Foreman models often got overlooked when it came to updates by engineers. Several new models were unleashed from Honda factories, all-the-while the 1998 version of the Foreman TRX450 sat waiting patiently for a trendy makeover.
For 2005, the wait finally ends. Honda revamped one of its more popular models with larger displacement and a whole new appearance. The new Foreman TRX500 jumps into the same class as its bigger brother, the Rubicon TRX500, just with 25cc less displacement. The Foreman 500 is offered in three separate variations: 2WD with conventional shifting, manual-shift 4WD and 4WD with ESP (Honda’s exclusive Electronic Shift Program that allows push-button shifting). It’s a makeover long overdue for a Foreman TRX450ES that received ATV Magazine’s ATV of the Year in 1998.
Honda wanted the Foreman 500’s powerplant to respond when riders jammed down the throttle, so displacement was the first thing to go on growth hormones. The all-to-frequent manufacturer motto “There’s no replacement for displacement” held true for the new Foreman as it gained 42cc (now 475cc, up from 433). The new thumper had noticeably more pull than the old beating chest of the Foreman. The four-stroke, air-cooled powerplant remains longitudinally mounted, but it now sits on a redesigned frame.
The altered frame increases the length nearly 6 inches to 83, while the width (46.8) gains 1.5 inches. The added length might bring concern to truck owners that have extended cab and like hauling their ATV in the back opposed to a trailer; it is now 5 inches longer than the standard 6-foot-6 bed. A drop of the tailgate should fix that, though.
Another hot (well, sort of) addition to the Foreman 500 is a new oil cooling system featuring dual oil coolers. Honda says the second oil cooler, mounted higher in the front fender for better protection, was bolted on in response to overheating and hot running Foreman 450s. The oil is still routed through the lower oil cooler in its traditional position before entering the second high-mounted cooler. Honda claims the lower cooler is prone to clogging from mud and debris, while the second added cooler is protected, allowing greater cooling capacity.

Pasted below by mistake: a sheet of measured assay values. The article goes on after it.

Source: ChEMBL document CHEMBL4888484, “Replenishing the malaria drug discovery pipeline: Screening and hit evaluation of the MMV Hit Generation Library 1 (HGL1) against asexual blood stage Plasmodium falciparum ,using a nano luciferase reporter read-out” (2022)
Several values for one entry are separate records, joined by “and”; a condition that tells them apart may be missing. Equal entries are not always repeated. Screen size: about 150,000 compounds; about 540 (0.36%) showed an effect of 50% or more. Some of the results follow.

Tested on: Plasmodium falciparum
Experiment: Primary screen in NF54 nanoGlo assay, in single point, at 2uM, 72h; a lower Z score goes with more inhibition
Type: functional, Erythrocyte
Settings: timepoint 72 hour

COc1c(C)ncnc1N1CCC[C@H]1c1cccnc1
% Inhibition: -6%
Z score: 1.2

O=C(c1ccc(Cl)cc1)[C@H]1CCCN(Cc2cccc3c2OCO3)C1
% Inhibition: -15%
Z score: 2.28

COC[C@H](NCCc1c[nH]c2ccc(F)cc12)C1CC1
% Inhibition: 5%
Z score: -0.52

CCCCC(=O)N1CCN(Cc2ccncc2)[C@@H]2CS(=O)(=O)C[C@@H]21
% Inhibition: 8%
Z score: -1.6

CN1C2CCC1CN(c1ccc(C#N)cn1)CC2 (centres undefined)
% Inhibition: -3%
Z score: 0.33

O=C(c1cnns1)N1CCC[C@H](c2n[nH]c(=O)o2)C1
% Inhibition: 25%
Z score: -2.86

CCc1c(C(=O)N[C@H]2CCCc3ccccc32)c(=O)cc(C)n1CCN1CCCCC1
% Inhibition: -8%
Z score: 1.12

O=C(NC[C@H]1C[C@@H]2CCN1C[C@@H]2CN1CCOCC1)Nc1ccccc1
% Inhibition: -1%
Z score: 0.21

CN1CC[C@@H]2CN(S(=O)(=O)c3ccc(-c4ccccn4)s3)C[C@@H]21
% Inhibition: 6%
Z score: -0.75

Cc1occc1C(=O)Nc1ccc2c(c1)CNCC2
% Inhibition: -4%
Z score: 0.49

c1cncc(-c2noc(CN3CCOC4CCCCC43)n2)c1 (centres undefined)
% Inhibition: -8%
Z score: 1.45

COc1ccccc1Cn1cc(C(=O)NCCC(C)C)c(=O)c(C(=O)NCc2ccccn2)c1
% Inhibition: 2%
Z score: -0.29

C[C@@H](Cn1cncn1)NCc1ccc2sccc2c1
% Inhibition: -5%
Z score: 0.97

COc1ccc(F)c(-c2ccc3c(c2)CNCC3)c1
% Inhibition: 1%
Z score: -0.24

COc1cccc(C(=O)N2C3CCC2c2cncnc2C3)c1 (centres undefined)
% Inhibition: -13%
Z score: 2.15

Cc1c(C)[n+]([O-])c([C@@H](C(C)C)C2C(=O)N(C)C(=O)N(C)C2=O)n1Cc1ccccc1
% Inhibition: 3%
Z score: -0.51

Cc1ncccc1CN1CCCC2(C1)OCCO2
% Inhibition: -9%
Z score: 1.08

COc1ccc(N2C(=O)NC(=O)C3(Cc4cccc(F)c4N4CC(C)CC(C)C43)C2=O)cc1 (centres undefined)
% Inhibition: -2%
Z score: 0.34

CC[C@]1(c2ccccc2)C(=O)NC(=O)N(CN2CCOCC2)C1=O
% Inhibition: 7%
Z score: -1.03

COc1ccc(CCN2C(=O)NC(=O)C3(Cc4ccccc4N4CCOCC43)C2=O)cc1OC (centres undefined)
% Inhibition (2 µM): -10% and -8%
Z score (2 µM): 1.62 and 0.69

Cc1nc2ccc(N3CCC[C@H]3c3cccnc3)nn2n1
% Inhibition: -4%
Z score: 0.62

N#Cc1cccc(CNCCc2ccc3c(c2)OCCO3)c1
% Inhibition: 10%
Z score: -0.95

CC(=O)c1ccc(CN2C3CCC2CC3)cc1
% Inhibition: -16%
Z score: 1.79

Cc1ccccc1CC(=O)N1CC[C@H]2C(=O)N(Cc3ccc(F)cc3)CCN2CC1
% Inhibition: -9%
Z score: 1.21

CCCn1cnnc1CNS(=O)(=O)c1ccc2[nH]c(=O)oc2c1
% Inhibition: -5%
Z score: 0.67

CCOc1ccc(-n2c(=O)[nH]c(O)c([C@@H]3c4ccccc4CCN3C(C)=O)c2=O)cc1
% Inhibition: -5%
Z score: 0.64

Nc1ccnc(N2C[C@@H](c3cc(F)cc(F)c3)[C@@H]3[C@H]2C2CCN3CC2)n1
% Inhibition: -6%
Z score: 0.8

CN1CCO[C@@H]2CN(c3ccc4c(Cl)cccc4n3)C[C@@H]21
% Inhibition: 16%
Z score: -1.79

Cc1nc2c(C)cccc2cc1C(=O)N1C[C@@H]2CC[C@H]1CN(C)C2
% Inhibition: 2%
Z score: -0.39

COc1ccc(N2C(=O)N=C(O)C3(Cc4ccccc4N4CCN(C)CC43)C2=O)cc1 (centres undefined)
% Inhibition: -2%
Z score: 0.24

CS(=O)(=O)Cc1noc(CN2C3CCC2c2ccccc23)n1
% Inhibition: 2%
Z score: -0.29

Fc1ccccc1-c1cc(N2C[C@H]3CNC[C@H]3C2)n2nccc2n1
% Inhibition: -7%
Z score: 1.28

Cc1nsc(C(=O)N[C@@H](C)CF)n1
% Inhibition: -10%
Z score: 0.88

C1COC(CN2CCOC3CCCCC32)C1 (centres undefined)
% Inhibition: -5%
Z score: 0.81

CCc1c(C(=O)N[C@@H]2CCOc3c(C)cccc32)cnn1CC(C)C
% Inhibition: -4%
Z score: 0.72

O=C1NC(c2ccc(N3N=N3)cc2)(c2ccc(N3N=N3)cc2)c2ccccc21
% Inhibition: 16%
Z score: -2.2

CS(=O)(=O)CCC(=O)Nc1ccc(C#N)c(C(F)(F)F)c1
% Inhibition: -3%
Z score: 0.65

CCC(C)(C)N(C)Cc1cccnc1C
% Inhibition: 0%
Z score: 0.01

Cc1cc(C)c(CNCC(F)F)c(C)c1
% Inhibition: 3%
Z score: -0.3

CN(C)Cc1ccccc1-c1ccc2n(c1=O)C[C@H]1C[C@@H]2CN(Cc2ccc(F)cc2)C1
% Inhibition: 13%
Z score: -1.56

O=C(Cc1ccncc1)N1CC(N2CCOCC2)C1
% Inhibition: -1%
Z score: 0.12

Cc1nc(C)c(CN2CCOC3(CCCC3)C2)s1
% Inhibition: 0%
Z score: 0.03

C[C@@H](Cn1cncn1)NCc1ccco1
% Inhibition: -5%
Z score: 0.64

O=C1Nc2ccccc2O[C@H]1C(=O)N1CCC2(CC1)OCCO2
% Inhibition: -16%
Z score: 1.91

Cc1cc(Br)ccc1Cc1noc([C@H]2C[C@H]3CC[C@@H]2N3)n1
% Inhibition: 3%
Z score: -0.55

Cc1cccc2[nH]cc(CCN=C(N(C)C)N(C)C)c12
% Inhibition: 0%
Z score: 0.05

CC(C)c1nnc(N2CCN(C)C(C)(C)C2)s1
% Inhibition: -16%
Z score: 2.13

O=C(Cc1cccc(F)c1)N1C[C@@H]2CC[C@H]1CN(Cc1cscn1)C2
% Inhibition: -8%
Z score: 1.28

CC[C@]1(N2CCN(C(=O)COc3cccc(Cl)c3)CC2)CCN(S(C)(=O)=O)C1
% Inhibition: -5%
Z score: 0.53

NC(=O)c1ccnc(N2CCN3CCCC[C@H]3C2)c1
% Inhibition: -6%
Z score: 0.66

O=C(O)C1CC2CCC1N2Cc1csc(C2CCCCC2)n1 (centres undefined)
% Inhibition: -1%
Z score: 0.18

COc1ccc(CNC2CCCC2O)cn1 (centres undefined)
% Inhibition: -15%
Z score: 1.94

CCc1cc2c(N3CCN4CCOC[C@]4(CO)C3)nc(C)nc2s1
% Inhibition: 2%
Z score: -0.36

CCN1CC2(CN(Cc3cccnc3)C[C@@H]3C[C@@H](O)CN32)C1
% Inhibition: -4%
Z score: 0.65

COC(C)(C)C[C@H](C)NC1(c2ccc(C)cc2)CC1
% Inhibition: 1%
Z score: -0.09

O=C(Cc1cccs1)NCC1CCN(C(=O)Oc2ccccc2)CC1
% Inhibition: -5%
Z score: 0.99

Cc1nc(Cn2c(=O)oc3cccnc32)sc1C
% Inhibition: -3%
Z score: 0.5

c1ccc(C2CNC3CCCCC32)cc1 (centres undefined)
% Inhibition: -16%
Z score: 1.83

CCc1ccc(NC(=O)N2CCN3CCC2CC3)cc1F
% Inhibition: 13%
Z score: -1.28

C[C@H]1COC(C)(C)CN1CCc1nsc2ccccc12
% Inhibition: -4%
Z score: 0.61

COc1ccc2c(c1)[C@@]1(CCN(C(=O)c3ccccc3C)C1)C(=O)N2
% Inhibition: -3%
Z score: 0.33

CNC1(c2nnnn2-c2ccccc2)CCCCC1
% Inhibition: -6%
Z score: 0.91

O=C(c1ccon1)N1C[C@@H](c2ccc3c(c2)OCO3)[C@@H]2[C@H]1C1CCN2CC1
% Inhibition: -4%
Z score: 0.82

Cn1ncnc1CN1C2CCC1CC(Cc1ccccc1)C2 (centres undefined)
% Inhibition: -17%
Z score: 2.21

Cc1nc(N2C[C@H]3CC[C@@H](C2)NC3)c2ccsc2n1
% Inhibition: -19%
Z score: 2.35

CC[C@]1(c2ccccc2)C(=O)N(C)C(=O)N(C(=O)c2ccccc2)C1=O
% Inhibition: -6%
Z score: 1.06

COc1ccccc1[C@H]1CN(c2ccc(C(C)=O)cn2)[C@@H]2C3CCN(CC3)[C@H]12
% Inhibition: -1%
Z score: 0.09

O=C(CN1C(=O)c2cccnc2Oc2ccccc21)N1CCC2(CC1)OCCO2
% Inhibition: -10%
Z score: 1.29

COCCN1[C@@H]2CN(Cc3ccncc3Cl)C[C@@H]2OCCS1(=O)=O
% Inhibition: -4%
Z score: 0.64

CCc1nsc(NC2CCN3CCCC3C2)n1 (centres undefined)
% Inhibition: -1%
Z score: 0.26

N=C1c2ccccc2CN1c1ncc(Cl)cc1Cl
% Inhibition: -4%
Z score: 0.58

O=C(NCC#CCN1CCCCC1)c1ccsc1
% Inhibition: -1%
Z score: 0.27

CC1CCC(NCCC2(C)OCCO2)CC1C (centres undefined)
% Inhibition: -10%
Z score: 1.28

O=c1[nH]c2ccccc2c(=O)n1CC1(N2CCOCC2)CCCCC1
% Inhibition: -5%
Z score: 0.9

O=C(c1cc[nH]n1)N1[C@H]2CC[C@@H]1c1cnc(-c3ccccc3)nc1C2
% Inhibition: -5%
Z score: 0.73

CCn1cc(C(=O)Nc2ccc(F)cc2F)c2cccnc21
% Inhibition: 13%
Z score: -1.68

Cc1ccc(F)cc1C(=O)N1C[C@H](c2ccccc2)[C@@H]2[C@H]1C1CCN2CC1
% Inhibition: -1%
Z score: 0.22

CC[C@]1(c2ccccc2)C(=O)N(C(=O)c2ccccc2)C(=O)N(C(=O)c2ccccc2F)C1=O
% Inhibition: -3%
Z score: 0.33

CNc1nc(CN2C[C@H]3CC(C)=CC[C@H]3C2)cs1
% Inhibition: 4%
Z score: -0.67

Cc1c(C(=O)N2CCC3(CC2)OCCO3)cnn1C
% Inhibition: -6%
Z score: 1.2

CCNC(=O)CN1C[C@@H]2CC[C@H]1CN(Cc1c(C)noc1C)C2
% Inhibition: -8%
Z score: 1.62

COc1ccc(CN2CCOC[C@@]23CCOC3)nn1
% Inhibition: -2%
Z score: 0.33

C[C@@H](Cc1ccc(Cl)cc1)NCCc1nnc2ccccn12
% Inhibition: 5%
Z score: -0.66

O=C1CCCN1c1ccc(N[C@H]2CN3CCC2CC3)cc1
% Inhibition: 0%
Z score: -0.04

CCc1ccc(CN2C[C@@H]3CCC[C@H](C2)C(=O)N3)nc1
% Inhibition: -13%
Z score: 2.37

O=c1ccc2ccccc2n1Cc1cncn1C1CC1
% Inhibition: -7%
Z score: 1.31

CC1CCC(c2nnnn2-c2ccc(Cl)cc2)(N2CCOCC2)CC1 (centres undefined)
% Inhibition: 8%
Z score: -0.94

Also, a larger 4.2-gallon fuel tank — 1 gallon larger than previous models — keeps the Foreman 500 out tackling chores longer. And, to keep the rider more comfortable longer, independent double-
wishbone suspension (6.7 inches of travel) helps keep the ride smooth.
Honda’s last main mechanical additions in its makeover of the old workhorse are dual front disc calipers with a built-in scraper system to remove mud and snow from inside the front wheel, helping prevent build-up of debris. After riding the new Foreman through mud and a shallow creek, the brakes still seemed to respond well.
Honda’s new-look Foreman 500 might have many consumers stopping for a double-take at dealerships — its styling went under the knife for ’05. Keeping with the trends, “SUV-type” plastic graces the 500. The new body is definitely an eye catcher and automatically invokes thoughts of change. The new plastic with two-piece boot guards kept us clean during test rides.
A new water-resistant left-side glove box compartment with a twisting closing pin — much like a hood pin in NASCAR — keeps wallets and other dry goods safe. The compartment isn’t very large, though, so stuffing multiple items inside might become a task.
On the 4WD Foreman 500s, a multi-function LCD digital meter with readouts for fuel gauge, gear position, speedometer, odometer, tripmeter, hourmeter/clock and oil change reminder make riding the new beast that much easier.
With a cluttered market of 500 models for consumers to zig-zag through, finding a niche is the key to successful sales. That’s why several major manufacturers make several versions of their 500 models — already 24 and counting. Honda took notice early on, but it added a new Foreman 500 to its lineup to fight for more marketshare: the 2WD package.
The 2WD Foreman ($5,299) is significantly cheaper than other models in its class. It’s noticeably lighter up front, but is more than enough quad for most everyday chores. We navigated deep mud with no problems, but the 4WD safety net that gives peace of mind while riding was missing.
Honda’s 5-speed manual shift 4WD Foreman ($6,299) is more reminiscent of traditional ATV riding. The foot shift gives riders more control. TrakLok, which allows smooth shifting between 2WD and 4WD, was also a nice feature. Switching into 4WD while powering up steep inclines was a cinch.
But for just $200 more than the 5-speed, Honda’s exclusive Foreman 500 with ESP is recommended. Easy push button shifting still gives the rider the control it wants, while stopping that often frustrating foot shifting maneuver — especially when the rider has big feet. Riders still have the choice of automatic shifting on both 4WD models.
The 2005 versions of the Foreman TRX500 were an obvious step up from previous versions after test riding all three models. Honda now offers a more diverse purchasing package and a better looking, more powerful ATV than its TRX450 predecessor.
Copyright 2004 Powersports Business